The Wolfman (R) 103 min. Directed by: Joe Johnston Written by: Andrew Kevin Walker & David Self Starring: Benicio Del Toro, Anthony Hopkins, Emily Blunt, Hugo Weaving Cinematography: Original Score: Danny Elfman
There is a scene in the new Wolfman where Emily Blunt runs through the foggy night forest, pursued by Del Toro’s slobbering beast. She runs as far as she can, and finds herself balanced precariously at the edge of a treacherous cliff that overlooks a roaring waterfall. Behind her, the monster comes loping and snarling through the underbrush. She has nowhere to go, so she turns pleadingly to face the attacker, her hands concealing the weapon behind her back.
I love moments like this, and the beautifully lush cinematography, Elfman’s shrieking gothic score, as well as Blunt’s wide, staring eyes make it a thing of haunting beauty. When I was a kid, this was the stuff of my dreams and nightmares. In fact, that’s the biggest problem with all of Joe Johnston’s The Wolfman. Less a rendition of the original 1940’s classic and more a high-gloss version of a geeky fan-boy’s interior fantasy life, this Wolf is a total howler. It’s still fun but the odd subtext trumps the dark tragedy of its predecessor. Continue reading
Ok, so I definitely miss those gorgeous painted movie posters of days gone by–one for this would have been outstanding–but in the world of haphazard photo-shop rush jobs, these two at least have some style.
Joe Johnston’s Wolfman is a film I’ve been anticipating and dreading for awhile. The original is one of the all time great creature features and it’s still the most powerful and engrossing werewolf film ever made. Once the trailers started showing up, I became more intrigued than put-off. Aside from some unfortunate CGI, this one looks pretty good.
Here now are two posters(the one at the left was originally posted over at Aint it Cool News and the one below was scooped by Cinematical) for the film that help build that victorian gothic atmosphere that seems to be an integral part of Johnston’s vision. Continue reading
Spike Jonze’s Where the Wild Things Are is a strange and wonderful creation, like the book that inspired it. I can understand, however, if many are disappointed by it or don’t care for it at all. Jonze and scriptwriter Dave Eggers have taken the 9 page, 9 sentence Maurice Sendak book about a little boy who retreats into his imagination and transformed it into a 90 minute film about the complex emotions and erratic feelings that drive our early childhood. Continue reading
“Never stray from the path, never eat a windfall apple, and never trust a man whose eyebrows meet.”
The Company of Wolves is either a child’s nightmarish fever dream, or a lurid fairy tale about the dark, shiny promise of adulthood. I’ve just finished watching the film for the first time in years, and I’m not honestly sure which it is. Both readings are possible, but I think that each viewer will choose for themselves one over the other. Continue reading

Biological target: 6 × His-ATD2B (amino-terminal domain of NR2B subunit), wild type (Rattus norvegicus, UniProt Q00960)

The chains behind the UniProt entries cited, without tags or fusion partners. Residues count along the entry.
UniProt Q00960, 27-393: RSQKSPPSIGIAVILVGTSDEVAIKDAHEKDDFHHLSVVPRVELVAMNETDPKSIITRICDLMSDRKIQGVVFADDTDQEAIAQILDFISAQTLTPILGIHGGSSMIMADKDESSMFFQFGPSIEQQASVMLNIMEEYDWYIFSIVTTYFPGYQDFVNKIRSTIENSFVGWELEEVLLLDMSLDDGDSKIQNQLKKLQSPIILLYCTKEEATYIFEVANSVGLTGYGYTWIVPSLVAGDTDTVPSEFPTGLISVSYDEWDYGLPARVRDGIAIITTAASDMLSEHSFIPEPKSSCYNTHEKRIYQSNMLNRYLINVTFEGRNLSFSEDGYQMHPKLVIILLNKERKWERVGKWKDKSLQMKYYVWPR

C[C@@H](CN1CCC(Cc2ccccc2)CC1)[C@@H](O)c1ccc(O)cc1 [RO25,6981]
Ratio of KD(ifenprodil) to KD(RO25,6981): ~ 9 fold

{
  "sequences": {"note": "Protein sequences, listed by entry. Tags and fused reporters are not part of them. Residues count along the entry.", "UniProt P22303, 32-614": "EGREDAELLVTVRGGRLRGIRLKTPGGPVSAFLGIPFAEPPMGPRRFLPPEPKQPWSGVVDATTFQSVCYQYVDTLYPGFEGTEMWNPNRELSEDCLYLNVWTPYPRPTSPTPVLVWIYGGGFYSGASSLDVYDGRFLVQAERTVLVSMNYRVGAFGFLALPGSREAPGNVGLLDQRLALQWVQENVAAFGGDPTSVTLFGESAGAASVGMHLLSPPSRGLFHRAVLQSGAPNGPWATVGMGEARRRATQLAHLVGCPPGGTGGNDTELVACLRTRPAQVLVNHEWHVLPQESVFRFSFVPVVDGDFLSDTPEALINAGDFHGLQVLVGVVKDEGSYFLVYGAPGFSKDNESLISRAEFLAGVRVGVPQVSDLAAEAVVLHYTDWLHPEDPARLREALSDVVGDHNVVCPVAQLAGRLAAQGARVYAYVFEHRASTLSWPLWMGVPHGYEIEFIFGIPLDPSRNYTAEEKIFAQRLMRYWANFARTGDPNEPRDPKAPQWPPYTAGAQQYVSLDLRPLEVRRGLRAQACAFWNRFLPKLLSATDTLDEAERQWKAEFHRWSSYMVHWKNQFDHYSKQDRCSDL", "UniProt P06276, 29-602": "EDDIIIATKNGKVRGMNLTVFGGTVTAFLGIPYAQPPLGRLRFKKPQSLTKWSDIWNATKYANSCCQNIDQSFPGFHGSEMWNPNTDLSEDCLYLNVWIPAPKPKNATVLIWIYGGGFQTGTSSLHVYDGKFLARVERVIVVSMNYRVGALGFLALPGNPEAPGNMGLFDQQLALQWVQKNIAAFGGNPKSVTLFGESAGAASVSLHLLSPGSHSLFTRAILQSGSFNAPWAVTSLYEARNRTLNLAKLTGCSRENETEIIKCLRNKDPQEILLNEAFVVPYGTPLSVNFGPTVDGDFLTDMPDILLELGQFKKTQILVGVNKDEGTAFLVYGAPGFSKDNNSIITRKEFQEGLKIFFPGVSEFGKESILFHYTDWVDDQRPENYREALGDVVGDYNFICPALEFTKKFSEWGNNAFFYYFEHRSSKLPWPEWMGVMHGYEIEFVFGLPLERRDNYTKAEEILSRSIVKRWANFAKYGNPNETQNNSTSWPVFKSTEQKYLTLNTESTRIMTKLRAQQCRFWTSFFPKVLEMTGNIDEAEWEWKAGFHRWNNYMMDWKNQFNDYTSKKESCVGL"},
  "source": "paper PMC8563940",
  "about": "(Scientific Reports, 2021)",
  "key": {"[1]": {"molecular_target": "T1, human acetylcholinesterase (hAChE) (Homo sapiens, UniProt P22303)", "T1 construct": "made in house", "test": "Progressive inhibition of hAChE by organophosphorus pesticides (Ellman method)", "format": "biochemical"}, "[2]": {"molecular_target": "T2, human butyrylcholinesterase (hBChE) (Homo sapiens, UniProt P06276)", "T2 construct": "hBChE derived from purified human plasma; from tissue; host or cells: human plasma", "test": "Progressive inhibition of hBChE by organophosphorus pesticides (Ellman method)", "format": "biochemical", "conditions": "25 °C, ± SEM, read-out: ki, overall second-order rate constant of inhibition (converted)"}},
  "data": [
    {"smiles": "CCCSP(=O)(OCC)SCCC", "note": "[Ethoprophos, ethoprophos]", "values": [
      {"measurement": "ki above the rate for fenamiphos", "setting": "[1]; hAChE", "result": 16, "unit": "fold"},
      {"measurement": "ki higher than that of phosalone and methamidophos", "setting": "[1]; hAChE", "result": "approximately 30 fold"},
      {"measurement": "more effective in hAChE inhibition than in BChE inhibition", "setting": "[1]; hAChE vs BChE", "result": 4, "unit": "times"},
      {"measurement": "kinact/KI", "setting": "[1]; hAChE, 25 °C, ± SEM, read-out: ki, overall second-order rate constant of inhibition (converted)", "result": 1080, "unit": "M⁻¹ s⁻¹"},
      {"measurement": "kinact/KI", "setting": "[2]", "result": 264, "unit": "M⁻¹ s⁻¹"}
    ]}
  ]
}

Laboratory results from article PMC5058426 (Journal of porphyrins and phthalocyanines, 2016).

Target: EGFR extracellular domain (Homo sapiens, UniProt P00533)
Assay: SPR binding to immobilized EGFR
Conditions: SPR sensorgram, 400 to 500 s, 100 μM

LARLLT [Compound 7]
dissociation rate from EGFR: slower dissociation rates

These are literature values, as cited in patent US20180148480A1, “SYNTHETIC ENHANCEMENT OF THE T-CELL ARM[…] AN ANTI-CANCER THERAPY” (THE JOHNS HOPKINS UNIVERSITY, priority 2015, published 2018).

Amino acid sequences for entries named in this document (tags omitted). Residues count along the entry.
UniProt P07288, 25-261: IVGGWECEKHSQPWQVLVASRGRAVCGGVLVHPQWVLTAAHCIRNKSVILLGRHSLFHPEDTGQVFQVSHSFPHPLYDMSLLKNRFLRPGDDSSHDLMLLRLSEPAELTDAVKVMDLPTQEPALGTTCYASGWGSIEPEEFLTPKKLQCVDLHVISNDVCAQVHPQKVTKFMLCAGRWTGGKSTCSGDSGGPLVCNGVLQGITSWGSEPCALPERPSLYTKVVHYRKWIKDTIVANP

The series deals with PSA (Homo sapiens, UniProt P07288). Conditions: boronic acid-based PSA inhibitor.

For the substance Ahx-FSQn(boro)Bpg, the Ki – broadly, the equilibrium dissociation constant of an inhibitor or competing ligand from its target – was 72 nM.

Chances are you might have heard of Larry Fessenden, and if you have, most of his buzz is probably coming off of this 2001 movie. Larry directed a creepy and sometimes off-putting vampire film called Habit early in his indie career and followed that movie up with this one. And after making Wendigo, he apparently became obsessed with the titular mystical beastie since both of his following efforts would feature the dark forest spirit prominently. The Last Winter was an eco-thriller with a ghost story wrapped around it, and his episode of Fear Itself, written by AICN’s Drew McWeeny and Scott Swan, was a grotesque little tale with Doug Jones as a most hideous wendigo.
But for my money, it’s this little feature here that works the best. Wendigo isn’t solely about some monster in the woods, though. It’s really about the ways in which children see the world as they grow up and tells the story of a little boy coming to grips with the difference between the phantoms of his imagination and the harsher dangers of the real world. It’s an odd spooky trip and whole chunks of it play like The Shining done documentary style. Continue reading
Oct 10th, 2009–
Infestation–2009 (R) 93 min. Written & Directed by: Kyle Rankin Starring: Diane Gaeta, Chris Marquette, Ray Wise, Brooke Nevin.
Kyle Rankin’s Infestation has a peculiar but refreshing distinction despite being little more than a low-budget creature feature distraction. It’s the best Sy-Fy Saturday night monster pic the network has ever debuted. That is of course faint praise indeed, but Infestation looms large over its fellow candidates in this category. It’s everything those movies aspire to and never quite arrive at: a silly, schlocky good time with characters we like and creatures that actually creep us out. Continue reading
Oct 9th, 2009–
Television movies were a far different beast in the 1970s than they are now. In fact, you don’t see the major networks wasting their time with them much anymore. Regular weekly programming has become far more popular and with so much content, there doesn’t even seem to be room in the network landscape. But some 30 years ago, that was quite different. There were larger spaces to fill, not as many shows being created, and the medium of the television movie was relatively new. So, filmmakers and producers were creating low budget fare–many times they were either human interest dramas or thrillers–for the t.v. screen. Continue reading